Two months into the effort to vaccinate the public against COVID-19, the administration of Maryland Gov. Larry Hogan reversed course and said it would launch an official, though limited, waitlist to ease the frustrating hunt for scarce doses.
The Republican governor decided against a preregistration system last year before vaccine began arriving and turned aside recent calls for a one-stop site, repeatedly saying it could become “a single source of failure.”
The state instead allocated shares of the vaccine to hospitals, county health departments, pharmacies and others, allowing them to sign up people using their own systems. The resulting balkanized system has frustrated many of those seeking a vaccine and prompted criticism from state and federal lawmakers from Maryland.
The newly planned state site, scheduled to launch sometime next month, wouldn’t incorporate all the places offering vaccines, only the state’s mass sites. It would leave out pharmacies, health centers, hospitals and other sites, prompting observers and other lawmakers to offer only limited praise.
“That’s a step in the right direction, there’s no doubt about it,” said U.S. Rep. Anthony Brown, a Democrat who is sponsoring a bill that would set up a national website and offer grants to states to develop state-level vaccine appointment booking websites.
“Since the governor has the ability to direct the allocations throughout the state, I would hope this would just be the first step in the effort to centralize the entire allocation and administration of the statewide vaccination program,” he said.
Brown faced his own criticism in 2013 when he was Maryland’s lieutenant governor and oversaw the state’s new health exchange where people could buy insurance under the Affordable Care Act. The site crashed on the first day and ultimately had to be replaced with costly new technology.
“I think Governor Hogan is afraid of failure,” Brown said. “He’s afraid if he assumes responsibility for a centralized system and it doesn’t work, he will be criticized and critiqued.”
But he and others said the state’s proposed preregistration site should be expanded. For now, it will only allow people to sign up for the state’s mass vaccination sites in Prince George’s County and at the Baltimore Convention Center, plus one scheduled to open Thursday at M&T Bank Stadium in Baltimore. Another site in Southern Maryland is planned to open next month, and others are on the drawing board. People still would have to add their names to sites run by counties and others online or by phone.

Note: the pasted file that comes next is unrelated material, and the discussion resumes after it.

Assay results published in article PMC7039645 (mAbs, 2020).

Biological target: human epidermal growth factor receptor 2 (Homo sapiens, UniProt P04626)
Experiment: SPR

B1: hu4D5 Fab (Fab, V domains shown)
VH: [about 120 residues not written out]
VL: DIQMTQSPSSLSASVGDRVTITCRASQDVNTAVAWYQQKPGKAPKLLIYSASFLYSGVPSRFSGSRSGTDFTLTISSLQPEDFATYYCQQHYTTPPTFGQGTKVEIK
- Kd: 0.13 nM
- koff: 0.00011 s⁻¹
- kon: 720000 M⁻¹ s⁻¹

State officials did not answer other questions about the proposed sign-up site, including who would operate the portal or whether other vaccination centers eventually will be included.
“We will be discussing it with the counties on our next call with them, and get their input,” said Charles Gischlar, a spokesman for the state health department, in an email Tuesday, a day after acting health secretary Dennis R. Schrader announced the new preregistration site.
State Sen. Clarence Lam, a physician, called the effort a late attempt to create a coordinated website and “another example of the state not anticipating problems and working to prevent them.”
He said he was concerned the promised state portal might be too limited and too late to fix the confusion and frustration over vaccine access. He said there are too many unknowns about how the site will work to know whether it will be effective.
For example, he said, it’s unclear if the state’s new system can work with the different patient data systems used by different operators of the mass vaccination sites.
”I think it’s a step in the right direction, but I question how much it’s actually going to be helpful,” said Lam, a Democrat who represents Howard and Baltimore counties. “The devil is in the details in all this.”
The tangle of technology used by providers has vexed vaccine seekers who have been turned away when limited doses are quickly spoken for. Some have turned to private Facebook pages and other resources to guide them in their pursuit, which some have likened to a scavenger hunt or the Hunger Games.
And though the state has disbursed more than 1.1 million doses, data shows Maryland remains behind most other states in getting shots into arms, ranking 41st of 50 states and the District of Columbia for the number of doses it has administered per 100,000 residents, according to data from the U.S. Centers for Disease Control and Prevention.
Critics also say the way doses are distributed benefits the tech-savvy, and those able to drive anywhere anytime at the expense of older people and minority groups.